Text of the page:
The heat wave that has gripped California for a week took a dramatic turn Thursday as lightning storms sparked brush fires, knocked out power to thousands and caused downpours across the region.
Forecasters said the extreme weather will continue through the weekend, with some parts of Northern California flirting with all-time record high temperatures.
Lightning strikes were reported in many areas Thursday, with some sparking a series of brush fires near the 5 Freeway in the Santa Clarita Valley.
In Santa Monica on Thursday evening, city officials asked beachgoers to immediately evacuate all ocean areas and seek cover until the storm ended.
Intense storm cells danced around the region, delivering bursts of heavy rain through the evening.
Residents in Colton lost power Thursday after lightning hit a power substation.
Meanwhile, the record heat continued to tax the power grid.
Los Angeles Department of Water and Power customers used more electricity on Thursday battling the heat wave than has ever been used in the agency's history, DWP officials announced. Customers hit a peak demand of 6,502 megawatts at 4:15 p.m., shattering the previous record of 6,396 megawatts on Sept. 16, 2014. The agency expects a new record to be set Friday as the heat wave continues.
The California Independent System Operator called for voluntary electricity conservation on Friday.
In Boyle Heights, an estimated 11,000 residents were without power overnight Wednesday as high demand overloaded equipment to the point of failure. Power was restored by 6 a.m. Thursday, officials said.
Southern California's heat wave should peak by Friday. But in Northern California, triple-digit temperatures are expected to continue through the Labor Day weekend. That's worrisome because there are already more than a dozen wildfires burning in the Sierra Nevada, and smoke is settling in the populated valley below.
“The fire, heat and smoke — it’s going to be blech, a hot weekend,” Bill Rasch of the
And it may be unprecedented.
According to UCLA climate scientist Daniel Swain, the heat this weekend may reach levels never before seen in recorded history in some Northern California cities. Sacramento, no stranger to warm summer days, could see a week of 100-degree heat. That's never happened there in September, the National Weather Service said.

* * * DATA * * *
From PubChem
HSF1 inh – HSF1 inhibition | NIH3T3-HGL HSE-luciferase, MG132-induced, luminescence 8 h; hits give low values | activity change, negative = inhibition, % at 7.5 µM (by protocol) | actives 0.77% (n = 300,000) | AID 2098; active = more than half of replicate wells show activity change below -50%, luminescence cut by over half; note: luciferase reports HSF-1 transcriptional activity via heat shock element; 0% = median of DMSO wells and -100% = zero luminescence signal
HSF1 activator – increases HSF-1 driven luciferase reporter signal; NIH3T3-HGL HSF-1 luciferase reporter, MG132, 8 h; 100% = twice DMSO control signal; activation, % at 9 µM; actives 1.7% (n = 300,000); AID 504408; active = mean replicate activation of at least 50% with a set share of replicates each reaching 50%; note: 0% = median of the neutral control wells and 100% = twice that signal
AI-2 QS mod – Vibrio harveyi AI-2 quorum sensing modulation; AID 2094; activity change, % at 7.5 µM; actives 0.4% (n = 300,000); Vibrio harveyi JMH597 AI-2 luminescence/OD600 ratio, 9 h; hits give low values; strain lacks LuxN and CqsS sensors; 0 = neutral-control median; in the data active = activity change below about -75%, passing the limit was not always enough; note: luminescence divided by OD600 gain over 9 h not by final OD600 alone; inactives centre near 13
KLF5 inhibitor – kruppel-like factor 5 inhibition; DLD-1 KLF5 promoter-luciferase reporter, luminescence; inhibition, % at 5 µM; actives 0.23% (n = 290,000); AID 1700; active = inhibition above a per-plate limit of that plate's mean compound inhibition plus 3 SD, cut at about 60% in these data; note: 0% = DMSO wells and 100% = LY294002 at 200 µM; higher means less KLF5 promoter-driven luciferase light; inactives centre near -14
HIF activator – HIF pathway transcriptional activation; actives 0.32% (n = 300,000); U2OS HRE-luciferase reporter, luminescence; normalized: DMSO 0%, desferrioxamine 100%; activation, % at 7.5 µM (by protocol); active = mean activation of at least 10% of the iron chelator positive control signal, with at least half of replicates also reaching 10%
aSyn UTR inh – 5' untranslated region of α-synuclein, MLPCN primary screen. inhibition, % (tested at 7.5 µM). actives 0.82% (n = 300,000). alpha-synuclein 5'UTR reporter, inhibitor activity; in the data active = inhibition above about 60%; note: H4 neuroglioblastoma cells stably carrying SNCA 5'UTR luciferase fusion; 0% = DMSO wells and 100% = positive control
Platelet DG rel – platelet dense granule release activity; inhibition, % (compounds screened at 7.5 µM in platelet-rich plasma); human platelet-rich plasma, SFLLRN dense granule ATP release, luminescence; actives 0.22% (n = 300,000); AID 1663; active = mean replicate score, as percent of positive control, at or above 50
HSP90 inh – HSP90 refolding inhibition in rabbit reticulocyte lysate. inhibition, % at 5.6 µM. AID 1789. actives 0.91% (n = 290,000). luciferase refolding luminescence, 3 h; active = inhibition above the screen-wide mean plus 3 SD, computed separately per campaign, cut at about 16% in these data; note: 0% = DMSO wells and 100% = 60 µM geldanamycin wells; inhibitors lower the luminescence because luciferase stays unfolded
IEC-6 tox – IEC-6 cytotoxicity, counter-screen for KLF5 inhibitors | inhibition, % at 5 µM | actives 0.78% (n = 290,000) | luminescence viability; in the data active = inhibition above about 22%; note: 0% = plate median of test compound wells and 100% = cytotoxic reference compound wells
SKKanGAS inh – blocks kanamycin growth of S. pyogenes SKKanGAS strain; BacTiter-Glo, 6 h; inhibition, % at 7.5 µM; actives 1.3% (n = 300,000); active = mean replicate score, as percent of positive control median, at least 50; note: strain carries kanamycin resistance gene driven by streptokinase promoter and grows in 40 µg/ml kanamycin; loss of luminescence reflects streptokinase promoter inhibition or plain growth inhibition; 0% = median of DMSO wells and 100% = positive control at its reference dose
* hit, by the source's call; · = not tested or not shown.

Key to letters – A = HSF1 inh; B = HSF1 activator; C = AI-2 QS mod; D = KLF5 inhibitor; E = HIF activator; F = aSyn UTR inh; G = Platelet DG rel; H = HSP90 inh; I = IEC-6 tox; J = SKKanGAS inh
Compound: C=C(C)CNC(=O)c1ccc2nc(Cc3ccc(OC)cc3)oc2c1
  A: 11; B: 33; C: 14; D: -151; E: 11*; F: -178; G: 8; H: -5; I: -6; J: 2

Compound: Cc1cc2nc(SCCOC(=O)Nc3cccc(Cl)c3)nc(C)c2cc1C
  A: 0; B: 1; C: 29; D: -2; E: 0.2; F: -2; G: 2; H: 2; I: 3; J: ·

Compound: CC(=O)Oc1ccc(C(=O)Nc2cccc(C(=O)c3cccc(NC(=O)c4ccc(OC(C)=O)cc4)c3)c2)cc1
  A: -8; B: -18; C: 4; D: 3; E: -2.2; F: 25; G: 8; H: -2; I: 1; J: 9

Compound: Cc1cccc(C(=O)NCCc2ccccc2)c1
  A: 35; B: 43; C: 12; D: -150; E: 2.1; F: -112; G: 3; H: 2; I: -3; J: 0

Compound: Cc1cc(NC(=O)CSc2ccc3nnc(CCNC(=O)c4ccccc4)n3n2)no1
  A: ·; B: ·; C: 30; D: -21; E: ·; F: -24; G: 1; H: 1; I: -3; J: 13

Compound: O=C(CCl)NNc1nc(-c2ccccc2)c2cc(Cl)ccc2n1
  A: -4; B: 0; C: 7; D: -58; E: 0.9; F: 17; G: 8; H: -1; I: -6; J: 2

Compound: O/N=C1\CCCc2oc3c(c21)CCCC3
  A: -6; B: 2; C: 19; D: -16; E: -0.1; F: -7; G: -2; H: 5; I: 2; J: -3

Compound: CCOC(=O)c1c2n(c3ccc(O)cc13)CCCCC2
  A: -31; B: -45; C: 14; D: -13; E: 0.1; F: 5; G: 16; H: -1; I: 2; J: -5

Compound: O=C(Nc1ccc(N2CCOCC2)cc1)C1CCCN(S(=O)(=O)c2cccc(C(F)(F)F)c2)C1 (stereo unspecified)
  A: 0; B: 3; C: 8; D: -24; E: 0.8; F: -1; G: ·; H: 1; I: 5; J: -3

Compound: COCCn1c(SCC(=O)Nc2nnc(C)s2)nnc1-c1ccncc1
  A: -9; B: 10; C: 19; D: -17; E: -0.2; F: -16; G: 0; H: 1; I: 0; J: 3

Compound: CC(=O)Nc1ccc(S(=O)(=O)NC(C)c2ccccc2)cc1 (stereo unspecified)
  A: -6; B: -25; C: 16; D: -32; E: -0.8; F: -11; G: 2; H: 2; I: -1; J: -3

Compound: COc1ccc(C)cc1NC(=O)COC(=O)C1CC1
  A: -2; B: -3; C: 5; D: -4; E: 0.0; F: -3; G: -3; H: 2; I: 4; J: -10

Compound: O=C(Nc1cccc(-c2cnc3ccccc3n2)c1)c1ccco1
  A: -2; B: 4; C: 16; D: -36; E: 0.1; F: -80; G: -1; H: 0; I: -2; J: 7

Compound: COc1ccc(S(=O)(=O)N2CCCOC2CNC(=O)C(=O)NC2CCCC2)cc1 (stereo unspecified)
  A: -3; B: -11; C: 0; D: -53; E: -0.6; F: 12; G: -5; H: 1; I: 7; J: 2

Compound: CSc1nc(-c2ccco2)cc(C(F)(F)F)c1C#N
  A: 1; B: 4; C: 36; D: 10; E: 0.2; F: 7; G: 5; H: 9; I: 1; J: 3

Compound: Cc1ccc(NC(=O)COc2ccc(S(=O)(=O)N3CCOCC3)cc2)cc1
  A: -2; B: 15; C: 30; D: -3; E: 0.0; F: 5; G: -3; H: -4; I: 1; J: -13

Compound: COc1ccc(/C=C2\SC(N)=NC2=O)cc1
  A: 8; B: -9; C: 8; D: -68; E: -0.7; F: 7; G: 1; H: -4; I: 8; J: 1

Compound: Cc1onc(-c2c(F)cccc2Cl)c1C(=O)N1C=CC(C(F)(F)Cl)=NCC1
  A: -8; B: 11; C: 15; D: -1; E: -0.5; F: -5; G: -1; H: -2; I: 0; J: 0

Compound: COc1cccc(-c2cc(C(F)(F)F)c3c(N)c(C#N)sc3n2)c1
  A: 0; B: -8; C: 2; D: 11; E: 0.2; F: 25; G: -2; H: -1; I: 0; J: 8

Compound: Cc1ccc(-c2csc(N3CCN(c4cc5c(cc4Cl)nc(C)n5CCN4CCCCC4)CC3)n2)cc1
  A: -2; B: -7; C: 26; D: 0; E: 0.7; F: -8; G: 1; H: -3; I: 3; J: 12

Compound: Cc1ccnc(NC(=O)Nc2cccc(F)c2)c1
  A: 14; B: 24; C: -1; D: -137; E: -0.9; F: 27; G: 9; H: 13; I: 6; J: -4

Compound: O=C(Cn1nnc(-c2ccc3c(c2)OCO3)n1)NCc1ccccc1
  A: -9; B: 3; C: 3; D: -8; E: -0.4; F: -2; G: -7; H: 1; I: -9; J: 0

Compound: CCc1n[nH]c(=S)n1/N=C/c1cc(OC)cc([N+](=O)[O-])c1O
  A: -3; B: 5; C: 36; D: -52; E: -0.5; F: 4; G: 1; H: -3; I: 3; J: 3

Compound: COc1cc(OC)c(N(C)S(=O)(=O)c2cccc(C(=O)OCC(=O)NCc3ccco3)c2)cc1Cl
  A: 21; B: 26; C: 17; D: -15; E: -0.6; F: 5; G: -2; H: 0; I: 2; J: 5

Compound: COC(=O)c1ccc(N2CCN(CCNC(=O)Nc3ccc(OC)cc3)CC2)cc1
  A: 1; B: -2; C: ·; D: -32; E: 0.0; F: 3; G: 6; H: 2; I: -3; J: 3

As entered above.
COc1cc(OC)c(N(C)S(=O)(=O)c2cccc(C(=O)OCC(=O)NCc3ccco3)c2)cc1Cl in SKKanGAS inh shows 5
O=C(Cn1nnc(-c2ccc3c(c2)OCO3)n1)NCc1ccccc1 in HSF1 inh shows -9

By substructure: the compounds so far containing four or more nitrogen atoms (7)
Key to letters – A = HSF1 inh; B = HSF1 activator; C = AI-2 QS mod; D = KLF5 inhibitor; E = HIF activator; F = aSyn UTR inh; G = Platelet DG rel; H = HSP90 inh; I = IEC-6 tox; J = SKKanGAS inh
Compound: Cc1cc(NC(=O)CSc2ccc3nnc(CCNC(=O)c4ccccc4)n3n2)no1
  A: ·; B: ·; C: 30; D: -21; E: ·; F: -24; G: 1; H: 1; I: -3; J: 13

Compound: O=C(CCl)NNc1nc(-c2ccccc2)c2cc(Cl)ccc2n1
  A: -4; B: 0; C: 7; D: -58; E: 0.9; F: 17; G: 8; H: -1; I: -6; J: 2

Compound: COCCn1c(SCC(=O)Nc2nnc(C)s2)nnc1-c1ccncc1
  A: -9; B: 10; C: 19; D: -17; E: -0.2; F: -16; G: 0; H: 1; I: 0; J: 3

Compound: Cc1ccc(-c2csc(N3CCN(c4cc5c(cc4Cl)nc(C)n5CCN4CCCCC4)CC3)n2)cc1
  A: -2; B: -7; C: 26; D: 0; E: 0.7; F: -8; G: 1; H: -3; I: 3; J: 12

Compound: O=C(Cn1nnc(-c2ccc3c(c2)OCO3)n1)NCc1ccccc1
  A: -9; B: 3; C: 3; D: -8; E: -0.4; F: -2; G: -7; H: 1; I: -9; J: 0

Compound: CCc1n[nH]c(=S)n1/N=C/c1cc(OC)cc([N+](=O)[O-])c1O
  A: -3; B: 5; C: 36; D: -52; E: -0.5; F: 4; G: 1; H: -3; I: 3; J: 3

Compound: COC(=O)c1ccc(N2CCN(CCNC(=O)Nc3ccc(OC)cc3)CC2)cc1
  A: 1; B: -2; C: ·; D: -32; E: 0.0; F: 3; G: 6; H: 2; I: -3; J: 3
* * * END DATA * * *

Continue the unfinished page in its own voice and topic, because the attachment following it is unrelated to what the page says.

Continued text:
It could be just as brutal in the coastal valley city of Livermore, where the hottest temperature on record is 115 degrees, said Steve Anderson of the National Weather Service. It's expected to hit 113 degrees there on Friday and 114 degrees on Saturday.
"When we're approaching all-time record highs, that's very unusual," Anderson said.
The heat wave is part of a larger high-pressure system that has settled over the Great Basin and has been broiling states from California to Utah and Arizona to New Mexico.
The weather pattern is also at least partially responsible for the behavior of Hurricane Harvey in Texas, said Bill Patzert, a climatologist with NASA's Jet Propulsion Laboratory. The system acted as a barrier that blocked Harvey's path inland. The storm was stopped in its tracks right over Houston, where it continued sucking up moisture from the Gulf of Mexico and raining it down on the flooded landscape below.
"Until the large-scale pattern changes, it will continue to soak Texas," Patzert said.
In California, if a community isn't prepared for the enduring heat, it can become dangerous. Concord, Santa Rosa and Antioch have opened cooling centers for the weekend.
"So we get into a situation where 110 in the desert isn't a big deal at all but 110 in one of the coastal valleys is a very big deal indeed. And it affects human health to a considerable degree," Rasch said. "They have a very hard time physically when the weather gets that warm."
Crews battling 16 wildfires in California also have had to cope with the heat along with the excruciating physical demands of the job.
In Butte County, more than 1,100 firefighters who are tackling the Ponderosa fire trudged through rugged woodlands east of Oroville in broiling temperatures, according to the California Department of Forestry and Fire Protection.
"The heat does not work in our favor by any means," said Paul Lowenthal, a Cal Fire spokesman.
Fire crews had hoped to make significant gains battling the 3,500-acre blaze overnight, but weather conditions remained hot and dry.
The weather also takes a toll on the state's infrastructure. The California Independent System Operator's flex alert on Friday is the fourth this year and the second this week. The message to consumers: Conserve energy.
When temperatures don't drop at night, people keep their fans and air conditioners on longer, and electrical equipment in the grid doesn't have a chance to cool. Those issues led to multiple power outages across Southern California this week and caused thousands to lose power in the Bay Area during the last major heat wave in June.
For Southern California, relief could come next week, according to forecasters.The region's heat advisory expires Saturday, and thunderstorms and cooler temperatures are expected Monday, Swain said.